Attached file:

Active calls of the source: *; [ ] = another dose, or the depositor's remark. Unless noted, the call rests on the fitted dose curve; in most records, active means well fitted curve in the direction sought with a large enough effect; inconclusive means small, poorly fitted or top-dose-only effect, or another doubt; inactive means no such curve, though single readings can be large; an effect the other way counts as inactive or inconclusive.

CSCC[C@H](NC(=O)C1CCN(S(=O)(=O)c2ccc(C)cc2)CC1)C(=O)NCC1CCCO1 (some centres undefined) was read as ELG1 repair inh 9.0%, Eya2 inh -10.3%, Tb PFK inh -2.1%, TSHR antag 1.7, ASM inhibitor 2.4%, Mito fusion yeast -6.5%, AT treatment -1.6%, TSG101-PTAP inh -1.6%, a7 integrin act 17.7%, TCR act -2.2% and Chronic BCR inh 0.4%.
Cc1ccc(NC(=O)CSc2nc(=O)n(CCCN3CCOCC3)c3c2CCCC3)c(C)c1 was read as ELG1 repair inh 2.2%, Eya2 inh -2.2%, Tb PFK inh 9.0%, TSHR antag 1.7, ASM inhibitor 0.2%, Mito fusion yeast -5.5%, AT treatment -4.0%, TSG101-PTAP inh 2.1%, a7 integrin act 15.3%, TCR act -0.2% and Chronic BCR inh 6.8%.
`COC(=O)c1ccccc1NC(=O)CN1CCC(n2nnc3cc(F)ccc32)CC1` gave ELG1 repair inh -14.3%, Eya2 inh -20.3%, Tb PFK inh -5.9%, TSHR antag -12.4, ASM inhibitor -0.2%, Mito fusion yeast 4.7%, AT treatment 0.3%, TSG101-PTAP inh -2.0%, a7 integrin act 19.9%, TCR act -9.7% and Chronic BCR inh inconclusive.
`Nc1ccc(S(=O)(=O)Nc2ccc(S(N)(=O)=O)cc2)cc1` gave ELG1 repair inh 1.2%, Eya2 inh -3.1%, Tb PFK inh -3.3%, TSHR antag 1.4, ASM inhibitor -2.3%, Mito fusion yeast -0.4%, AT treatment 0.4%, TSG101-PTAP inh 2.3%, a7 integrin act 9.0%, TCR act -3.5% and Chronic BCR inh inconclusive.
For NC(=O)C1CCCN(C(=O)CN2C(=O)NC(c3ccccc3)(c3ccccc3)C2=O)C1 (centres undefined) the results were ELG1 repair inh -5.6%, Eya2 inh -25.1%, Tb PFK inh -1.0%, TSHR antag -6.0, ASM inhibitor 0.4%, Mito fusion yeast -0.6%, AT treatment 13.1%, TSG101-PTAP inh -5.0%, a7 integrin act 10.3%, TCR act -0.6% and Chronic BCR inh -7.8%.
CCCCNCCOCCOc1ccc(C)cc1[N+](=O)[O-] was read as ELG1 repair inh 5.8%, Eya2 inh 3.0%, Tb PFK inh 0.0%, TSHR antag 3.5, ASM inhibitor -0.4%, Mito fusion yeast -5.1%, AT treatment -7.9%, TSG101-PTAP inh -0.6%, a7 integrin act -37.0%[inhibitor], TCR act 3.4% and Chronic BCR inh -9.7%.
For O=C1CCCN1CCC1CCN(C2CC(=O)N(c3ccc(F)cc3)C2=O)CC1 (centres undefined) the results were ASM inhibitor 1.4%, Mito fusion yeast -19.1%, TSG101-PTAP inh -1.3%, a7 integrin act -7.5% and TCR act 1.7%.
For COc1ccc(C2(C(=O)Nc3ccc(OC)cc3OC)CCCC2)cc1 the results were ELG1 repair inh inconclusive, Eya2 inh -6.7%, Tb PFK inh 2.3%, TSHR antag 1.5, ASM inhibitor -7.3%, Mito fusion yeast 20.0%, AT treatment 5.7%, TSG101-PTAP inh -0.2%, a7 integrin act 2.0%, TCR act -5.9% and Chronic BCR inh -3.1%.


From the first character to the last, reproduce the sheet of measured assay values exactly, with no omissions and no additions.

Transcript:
Active calls of the source: *; [ ] = another dose, or the depositor's remark. Unless noted, the call rests on the fitted dose curve; in most records, active means well fitted curve in the direction sought with a large enough effect; inconclusive means small, poorly fitted or top-dose-only effect, or another doubt; inactive means no such curve, though single readings can be large; an effect the other way counts as inactive or inconclusive.

CSCC[C@H](NC(=O)C1CCN(S(=O)(=O)c2ccc(C)cc2)CC1)C(=O)NCC1CCCO1 (some centres undefined) was read as ELG1 repair inh 9.0%, Eya2 inh -10.3%, Tb PFK inh -2.1%, TSHR antag 1.7, ASM inhibitor 2.4%, Mito fusion yeast -6.5%, AT treatment -1.6%, TSG101-PTAP inh -1.6%, a7 integrin act 17.7%, TCR act -2.2% and Chronic BCR inh 0.4%.
Cc1ccc(NC(=O)CSc2nc(=O)n(CCCN3CCOCC3)c3c2CCCC3)c(C)c1 was read as ELG1 repair inh 2.2%, Eya2 inh -2.2%, Tb PFK inh 9.0%, TSHR antag 1.7, ASM inhibitor 0.2%, Mito fusion yeast -5.5%, AT treatment -4.0%, TSG101-PTAP inh 2.1%, a7 integrin act 15.3%, TCR act -0.2% and Chronic BCR inh 6.8%.
`COC(=O)c1ccccc1NC(=O)CN1CCC(n2nnc3cc(F)ccc32)CC1` gave ELG1 repair inh -14.3%, Eya2 inh -20.3%, Tb PFK inh -5.9%, TSHR antag -12.4, ASM inhibitor -0.2%, Mito fusion yeast 4.7%, AT treatment 0.3%, TSG101-PTAP inh -2.0%, a7 integrin act 19.9%, TCR act -9.7% and Chronic BCR inh inconclusive.
`Nc1ccc(S(=O)(=O)Nc2ccc(S(N)(=O)=O)cc2)cc1` gave ELG1 repair inh 1.2%, Eya2 inh -3.1%, Tb PFK inh -3.3%, TSHR antag 1.4, ASM inhibitor -2.3%, Mito fusion yeast -0.4%, AT treatment 0.4%, TSG101-PTAP inh 2.3%, a7 integrin act 9.0%, TCR act -3.5% and Chronic BCR inh inconclusive.
For NC(=O)C1CCCN(C(=O)CN2C(=O)NC(c3ccccc3)(c3ccccc3)C2=O)C1 (centres undefined) the results were ELG1 repair inh -5.6%, Eya2 inh -25.1%, Tb PFK inh -1.0%, TSHR antag -6.0, ASM inhibitor 0.4%, Mito fusion yeast -0.6%, AT treatment 13.1%, TSG101-PTAP inh -5.0%, a7 integrin act 10.3%, TCR act -0.6% and Chronic BCR inh -7.8%.
CCCCNCCOCCOc1ccc(C)cc1[N+](=O)[O-] was read as ELG1 repair inh 5.8%, Eya2 inh 3.0%, Tb PFK inh 0.0%, TSHR antag 3.5, ASM inhibitor -0.4%, Mito fusion yeast -5.1%, AT treatment -7.9%, TSG101-PTAP inh -0.6%, a7 integrin act -37.0%[inhibitor], TCR act 3.4% and Chronic BCR inh -9.7%.
For O=C1CCCN1CCC1CCN(C2CC(=O)N(c3ccc(F)cc3)C2=O)CC1 (centres undefined) the results were ASM inhibitor 1.4%, Mito fusion yeast -19.1%, TSG101-PTAP inh -1.3%, a7 integrin act -7.5% and TCR act 1.7%.
For COc1ccc(C2(C(=O)Nc3ccc(OC)cc3OC)CCCC2)cc1 the results were ELG1 repair inh inconclusive, Eya2 inh -6.7%, Tb PFK inh 2.3%, TSHR antag 1.5, ASM inhibitor -7.3%, Mito fusion yeast 20.0%, AT treatment 5.7%, TSG101-PTAP inh -0.2%, a7 integrin act 2.0%, TCR act -5.9% and Chronic BCR inh -3.1%.